Other forlorn homes baffle me. I know nothing about them except that they have joined the ranks of recent ruins. What happened to the family members over the years? Where did they go? And just what circumstances transpired here? Why did they leave? It’s a hell of a commentary on our society that we let homes fall apart. Why?
There’s a documentary series on the History Channel, “Life After People,” where scientists speculate about what Earth will be like when people no longer exist. It especially examines what might happen to the structures men build. Skyscrapers, dams, and things like the Statue of Liberty. You have seen the show.
You don’t need a TV series to imagine what might happen to your home should no one ever again take interest in it. Stand back and envision the place many decades later … travel into a future when no one cuts the grass, when no one provides sorely needed maintenance.
Just a summer’s worth of uncut grass reveals how quickly nature reclaims what is hers. Let a few years go by without maintenance on trim, shutters, windows, doors, and the roof and soon you have trouble. But no one lets a home go without care forever … do they?
Well, yes, they do. For whatever reason they turn their back on hallways and rooms that once hosted happiness, places where joy and laughter once lived. No doubt there were dogs and cats in those rooms, too, for what is a home without pets. All gone. Nothing left.
Not long ago I heard from a childhood friend who moved about as far as you can and still live in the continental United States. He and I once played horseshoes with shoes made by an old blacksmith who lived across the Augusta Highway from my home. The home of that old blacksmith, Cap Dunn, itself was long ago abandoned but every spring joyous masses of jonquils remind all that, yes, people once lived here.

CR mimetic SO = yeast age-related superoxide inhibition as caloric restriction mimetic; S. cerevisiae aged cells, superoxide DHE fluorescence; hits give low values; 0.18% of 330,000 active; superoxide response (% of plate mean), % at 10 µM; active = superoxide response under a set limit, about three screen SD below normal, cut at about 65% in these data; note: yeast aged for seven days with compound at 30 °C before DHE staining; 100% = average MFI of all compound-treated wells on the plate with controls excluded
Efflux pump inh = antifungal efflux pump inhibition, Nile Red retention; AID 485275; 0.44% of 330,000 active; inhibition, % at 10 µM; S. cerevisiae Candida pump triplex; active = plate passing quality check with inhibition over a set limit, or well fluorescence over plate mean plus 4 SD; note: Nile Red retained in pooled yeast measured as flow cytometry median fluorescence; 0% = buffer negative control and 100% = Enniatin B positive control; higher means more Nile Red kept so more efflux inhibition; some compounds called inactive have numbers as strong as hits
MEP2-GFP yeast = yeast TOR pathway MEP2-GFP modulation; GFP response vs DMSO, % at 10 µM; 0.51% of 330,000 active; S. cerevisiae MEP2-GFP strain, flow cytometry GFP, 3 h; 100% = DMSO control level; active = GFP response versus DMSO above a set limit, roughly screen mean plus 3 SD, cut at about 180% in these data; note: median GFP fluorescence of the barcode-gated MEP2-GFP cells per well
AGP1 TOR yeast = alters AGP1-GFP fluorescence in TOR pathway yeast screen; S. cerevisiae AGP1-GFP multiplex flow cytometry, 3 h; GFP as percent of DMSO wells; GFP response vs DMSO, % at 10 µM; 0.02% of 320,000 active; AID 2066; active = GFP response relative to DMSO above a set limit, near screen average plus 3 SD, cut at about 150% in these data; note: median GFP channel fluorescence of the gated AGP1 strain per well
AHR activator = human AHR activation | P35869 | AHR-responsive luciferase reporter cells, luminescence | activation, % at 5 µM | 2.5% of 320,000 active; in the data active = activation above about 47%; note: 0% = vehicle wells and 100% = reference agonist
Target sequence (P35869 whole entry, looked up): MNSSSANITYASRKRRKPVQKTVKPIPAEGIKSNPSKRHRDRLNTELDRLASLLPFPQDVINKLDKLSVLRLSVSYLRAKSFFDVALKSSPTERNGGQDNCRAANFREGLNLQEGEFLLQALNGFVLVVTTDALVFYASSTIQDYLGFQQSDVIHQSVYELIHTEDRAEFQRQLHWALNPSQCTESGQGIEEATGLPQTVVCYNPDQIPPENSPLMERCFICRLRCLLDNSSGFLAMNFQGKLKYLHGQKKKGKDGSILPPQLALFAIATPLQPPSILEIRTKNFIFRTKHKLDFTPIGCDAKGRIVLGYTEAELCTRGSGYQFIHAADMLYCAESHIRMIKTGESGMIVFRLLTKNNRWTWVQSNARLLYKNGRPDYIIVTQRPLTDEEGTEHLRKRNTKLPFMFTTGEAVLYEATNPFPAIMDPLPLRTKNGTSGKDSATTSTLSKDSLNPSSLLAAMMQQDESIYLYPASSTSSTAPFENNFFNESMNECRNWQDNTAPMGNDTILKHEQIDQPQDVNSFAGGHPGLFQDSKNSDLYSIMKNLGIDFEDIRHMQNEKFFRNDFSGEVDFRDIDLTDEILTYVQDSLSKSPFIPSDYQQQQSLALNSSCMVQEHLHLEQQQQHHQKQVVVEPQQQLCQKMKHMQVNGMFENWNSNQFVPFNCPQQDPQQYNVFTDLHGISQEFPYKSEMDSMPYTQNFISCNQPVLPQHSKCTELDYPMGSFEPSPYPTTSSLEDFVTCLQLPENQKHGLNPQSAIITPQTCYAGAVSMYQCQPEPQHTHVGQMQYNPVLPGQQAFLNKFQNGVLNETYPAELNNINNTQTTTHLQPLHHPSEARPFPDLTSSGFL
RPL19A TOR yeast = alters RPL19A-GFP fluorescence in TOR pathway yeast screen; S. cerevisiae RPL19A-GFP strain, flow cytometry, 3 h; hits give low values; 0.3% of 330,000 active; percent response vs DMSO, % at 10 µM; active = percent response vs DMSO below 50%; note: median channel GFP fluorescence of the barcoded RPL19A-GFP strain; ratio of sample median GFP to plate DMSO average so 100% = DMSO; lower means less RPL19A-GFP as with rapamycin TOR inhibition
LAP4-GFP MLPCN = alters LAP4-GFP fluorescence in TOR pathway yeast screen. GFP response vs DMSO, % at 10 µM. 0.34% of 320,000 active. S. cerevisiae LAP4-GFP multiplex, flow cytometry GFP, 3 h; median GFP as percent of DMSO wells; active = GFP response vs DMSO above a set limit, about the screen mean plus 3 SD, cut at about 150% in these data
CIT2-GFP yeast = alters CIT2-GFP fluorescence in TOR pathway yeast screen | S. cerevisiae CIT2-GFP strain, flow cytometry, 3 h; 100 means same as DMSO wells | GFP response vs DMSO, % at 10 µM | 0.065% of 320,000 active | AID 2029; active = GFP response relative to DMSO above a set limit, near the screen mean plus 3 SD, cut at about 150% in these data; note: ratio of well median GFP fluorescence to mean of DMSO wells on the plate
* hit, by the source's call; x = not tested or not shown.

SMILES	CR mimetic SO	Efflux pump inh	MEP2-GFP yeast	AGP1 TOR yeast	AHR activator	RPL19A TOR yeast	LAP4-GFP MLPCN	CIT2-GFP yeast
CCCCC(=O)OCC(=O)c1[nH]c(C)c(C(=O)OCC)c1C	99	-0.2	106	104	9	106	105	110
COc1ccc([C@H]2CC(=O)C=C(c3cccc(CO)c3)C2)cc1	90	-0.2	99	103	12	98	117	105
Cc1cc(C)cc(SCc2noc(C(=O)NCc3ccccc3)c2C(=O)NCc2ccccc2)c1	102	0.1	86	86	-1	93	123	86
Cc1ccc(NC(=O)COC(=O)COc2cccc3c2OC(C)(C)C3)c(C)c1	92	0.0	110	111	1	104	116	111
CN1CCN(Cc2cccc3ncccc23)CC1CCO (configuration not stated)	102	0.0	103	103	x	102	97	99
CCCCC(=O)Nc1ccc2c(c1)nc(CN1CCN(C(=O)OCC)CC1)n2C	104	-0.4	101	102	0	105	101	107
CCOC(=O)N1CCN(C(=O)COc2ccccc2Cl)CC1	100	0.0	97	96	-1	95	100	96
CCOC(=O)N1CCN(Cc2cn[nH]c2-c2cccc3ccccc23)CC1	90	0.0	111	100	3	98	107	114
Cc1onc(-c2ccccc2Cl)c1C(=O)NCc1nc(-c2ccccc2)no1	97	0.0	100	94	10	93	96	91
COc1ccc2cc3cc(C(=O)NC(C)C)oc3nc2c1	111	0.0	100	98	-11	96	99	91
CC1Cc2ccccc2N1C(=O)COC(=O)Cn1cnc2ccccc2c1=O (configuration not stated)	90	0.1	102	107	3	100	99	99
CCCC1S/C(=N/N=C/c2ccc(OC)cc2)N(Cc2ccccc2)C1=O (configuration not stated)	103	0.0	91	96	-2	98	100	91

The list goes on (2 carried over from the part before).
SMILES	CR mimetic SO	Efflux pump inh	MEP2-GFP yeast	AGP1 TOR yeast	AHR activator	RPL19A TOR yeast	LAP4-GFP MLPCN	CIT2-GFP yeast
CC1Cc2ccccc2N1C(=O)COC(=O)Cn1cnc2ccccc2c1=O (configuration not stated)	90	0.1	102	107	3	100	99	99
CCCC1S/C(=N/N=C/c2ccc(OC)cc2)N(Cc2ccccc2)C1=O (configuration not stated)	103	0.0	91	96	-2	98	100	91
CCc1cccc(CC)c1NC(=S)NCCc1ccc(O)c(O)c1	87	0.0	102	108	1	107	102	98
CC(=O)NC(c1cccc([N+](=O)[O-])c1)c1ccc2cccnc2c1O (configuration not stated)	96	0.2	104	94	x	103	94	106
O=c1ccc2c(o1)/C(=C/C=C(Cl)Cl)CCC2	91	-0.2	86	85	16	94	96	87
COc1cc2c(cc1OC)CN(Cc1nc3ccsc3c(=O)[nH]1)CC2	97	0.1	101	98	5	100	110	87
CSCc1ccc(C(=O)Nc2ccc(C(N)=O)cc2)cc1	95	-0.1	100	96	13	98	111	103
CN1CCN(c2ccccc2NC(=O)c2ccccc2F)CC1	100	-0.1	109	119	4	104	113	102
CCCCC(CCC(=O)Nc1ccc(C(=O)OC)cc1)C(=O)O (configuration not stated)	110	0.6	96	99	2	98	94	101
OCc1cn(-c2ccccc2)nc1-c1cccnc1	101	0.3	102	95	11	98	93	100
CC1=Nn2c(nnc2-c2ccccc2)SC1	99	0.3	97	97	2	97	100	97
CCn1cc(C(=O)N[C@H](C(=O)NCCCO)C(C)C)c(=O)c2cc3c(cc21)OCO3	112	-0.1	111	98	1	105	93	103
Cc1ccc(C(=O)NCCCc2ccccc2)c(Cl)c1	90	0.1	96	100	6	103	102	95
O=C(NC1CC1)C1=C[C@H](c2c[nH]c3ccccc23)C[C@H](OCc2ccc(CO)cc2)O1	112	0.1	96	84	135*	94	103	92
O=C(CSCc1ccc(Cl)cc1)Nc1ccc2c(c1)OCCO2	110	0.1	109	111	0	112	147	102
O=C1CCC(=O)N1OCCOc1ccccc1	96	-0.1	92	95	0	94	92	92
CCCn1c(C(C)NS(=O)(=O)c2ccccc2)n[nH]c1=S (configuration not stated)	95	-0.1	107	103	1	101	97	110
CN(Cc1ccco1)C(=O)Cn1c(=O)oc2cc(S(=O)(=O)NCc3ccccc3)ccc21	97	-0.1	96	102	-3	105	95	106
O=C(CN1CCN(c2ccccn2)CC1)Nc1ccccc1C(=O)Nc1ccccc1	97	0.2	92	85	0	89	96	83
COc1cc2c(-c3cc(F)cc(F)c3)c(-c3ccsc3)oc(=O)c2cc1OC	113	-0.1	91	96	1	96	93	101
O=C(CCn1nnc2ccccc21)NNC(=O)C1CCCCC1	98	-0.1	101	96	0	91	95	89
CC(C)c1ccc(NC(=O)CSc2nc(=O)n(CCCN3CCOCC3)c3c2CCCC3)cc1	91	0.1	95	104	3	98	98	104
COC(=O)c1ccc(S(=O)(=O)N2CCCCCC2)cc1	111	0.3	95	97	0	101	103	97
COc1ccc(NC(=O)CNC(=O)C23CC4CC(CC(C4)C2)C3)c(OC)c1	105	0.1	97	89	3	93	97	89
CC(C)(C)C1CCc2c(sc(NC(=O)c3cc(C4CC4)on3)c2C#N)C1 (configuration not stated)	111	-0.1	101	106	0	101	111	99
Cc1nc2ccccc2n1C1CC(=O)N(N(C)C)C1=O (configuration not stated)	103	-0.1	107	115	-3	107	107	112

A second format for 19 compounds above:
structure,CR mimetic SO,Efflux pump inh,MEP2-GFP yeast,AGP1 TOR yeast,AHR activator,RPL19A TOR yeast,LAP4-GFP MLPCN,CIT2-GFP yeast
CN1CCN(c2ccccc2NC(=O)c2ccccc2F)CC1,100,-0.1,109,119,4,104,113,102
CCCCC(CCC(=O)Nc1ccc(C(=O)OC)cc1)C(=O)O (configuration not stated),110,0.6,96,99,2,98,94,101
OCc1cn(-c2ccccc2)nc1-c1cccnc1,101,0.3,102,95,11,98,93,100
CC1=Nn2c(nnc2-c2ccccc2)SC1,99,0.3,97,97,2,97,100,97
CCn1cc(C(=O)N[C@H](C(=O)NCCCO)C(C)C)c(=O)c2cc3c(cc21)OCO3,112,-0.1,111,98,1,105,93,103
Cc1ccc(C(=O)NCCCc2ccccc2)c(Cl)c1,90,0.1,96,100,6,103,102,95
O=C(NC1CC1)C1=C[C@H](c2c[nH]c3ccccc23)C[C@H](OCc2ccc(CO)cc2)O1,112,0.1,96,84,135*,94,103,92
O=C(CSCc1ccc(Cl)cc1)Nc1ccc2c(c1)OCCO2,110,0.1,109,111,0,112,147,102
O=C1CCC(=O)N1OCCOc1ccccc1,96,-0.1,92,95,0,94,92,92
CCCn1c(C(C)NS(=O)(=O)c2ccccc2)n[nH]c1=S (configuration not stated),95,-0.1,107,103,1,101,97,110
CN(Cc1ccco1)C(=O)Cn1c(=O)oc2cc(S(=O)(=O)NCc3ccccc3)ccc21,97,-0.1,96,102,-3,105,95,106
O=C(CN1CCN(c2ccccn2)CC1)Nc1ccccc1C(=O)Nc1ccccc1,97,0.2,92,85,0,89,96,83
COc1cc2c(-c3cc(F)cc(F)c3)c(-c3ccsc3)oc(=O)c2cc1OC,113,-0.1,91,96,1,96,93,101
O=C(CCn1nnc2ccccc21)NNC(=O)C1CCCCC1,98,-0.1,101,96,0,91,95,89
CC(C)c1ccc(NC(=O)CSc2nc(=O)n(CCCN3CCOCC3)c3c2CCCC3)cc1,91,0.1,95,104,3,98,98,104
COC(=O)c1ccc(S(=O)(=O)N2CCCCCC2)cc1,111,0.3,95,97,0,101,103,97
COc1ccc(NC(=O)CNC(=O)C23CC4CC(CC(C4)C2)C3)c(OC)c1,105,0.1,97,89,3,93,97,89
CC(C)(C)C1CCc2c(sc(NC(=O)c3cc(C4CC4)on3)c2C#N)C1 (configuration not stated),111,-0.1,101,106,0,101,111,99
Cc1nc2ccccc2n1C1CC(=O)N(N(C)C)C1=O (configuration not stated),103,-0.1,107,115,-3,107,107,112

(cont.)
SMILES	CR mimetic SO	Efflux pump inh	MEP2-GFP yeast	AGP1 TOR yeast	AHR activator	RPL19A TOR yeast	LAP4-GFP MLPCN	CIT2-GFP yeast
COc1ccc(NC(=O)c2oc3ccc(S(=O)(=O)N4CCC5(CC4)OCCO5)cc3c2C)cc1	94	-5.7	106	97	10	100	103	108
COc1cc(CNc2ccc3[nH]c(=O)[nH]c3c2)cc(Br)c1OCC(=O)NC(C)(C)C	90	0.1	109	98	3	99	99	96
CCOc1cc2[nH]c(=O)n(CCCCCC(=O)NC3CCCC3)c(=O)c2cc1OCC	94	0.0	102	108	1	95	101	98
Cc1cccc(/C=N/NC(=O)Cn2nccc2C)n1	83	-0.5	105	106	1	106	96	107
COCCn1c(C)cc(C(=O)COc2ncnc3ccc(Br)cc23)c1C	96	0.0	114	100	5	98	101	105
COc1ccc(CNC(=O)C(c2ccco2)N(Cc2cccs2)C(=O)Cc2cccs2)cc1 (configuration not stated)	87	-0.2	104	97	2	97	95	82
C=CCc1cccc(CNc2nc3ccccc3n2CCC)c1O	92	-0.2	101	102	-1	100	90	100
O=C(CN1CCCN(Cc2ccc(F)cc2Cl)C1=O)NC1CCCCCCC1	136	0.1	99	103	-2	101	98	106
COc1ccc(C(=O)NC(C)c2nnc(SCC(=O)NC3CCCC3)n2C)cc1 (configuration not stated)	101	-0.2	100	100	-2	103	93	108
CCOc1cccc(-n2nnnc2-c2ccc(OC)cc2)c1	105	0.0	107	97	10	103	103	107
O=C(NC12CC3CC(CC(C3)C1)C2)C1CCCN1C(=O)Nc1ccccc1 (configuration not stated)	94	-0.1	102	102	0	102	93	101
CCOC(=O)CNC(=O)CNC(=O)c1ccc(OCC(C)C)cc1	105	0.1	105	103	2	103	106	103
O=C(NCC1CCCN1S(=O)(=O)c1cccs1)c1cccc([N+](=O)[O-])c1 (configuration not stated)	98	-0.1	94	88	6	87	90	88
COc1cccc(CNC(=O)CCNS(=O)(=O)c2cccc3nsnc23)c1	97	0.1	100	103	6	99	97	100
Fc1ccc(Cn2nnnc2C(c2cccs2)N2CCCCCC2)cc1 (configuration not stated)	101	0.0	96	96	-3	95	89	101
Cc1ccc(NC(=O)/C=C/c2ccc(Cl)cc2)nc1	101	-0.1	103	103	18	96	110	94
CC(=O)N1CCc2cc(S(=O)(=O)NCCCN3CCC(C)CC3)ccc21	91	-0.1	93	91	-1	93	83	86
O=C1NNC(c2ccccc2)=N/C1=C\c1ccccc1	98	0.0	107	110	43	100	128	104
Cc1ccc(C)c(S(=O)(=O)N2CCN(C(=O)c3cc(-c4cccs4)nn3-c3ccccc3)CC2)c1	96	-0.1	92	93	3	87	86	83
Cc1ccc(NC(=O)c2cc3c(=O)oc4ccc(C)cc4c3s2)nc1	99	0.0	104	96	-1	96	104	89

My boyhood horseshoe competitor drove cross-country to see once again his Lincoln County home. He was eager to show his wife where he grew up. I see him in his RV coming cross the plains describing it to her; I see him headed to that one home we can never replace. What he saw was a shock. The home, dilapidated and nothing like he remembered saddened him. He didn’t bother to stop.
Maybe that’s how old home places come to be. Perhaps it starts when the children move away. The subsequent owners take less and less care of another person’s memory, and then one day the place becomes uninhabitable, and no one wants to buy it. No doubt it falls off the tax roll in the ultimate abandonment.
The years roll on and the roses, jonquils, and shrubs keep growing, hoping that someday someone who once cared for them might return but they never do, and then one day a storm or a bulldozer puts the sad place out of its misery.
I suppose the lure of easy money motivates some to sell old home places, and the desire to bring in new industries does in a few as well. A friend of mine recently shared a fond memory from her childhood, that time of life when everything is new and everything is big.
“When I was a child, my uncle and aunt had a dairy farm in Anderson, South Carolina. The home was a huge white house with a screened porch on two sides where we would run around. The house was right next to the dairy; a barbed wire fence kept the cows out of the yard. I remember waking up from a nap one day and looking out the window and seeing cows at the fence. They looked so sweet that I decided to go outside and visit them. Was I ever surprised when I got outside and saw how large they were!”
That surprise, at least, was a good one. The old farmhouse is no more. Her aunt and uncle died and the house was torn down. A Singer Sewing Machine plant sits where cows once grazed. And my friend? She clings to memories of that house, running around the property and playing softball on the side yard. But now people pull shifts at the plant. Progress I suppose.
Two Sundays ago my Mom asked me to be sure to take care of the place when she “is gone” as she put it. I assured her we will. How about you? Do you have grandparents? Aging parents? A home you’re to inherit? What about your home? What will the deal be?
So, again, I ask you to walk outside and look at your home and yard. Imagine 100 years have lapsed. Is your home still a home? Is it an old home place with relics of the foundation here and there? Or does a shiny new factory devoid of family life occupy the site, a local source of “bread and butter” people brag about. What might your home’s fate be?
Time will tell won’t it?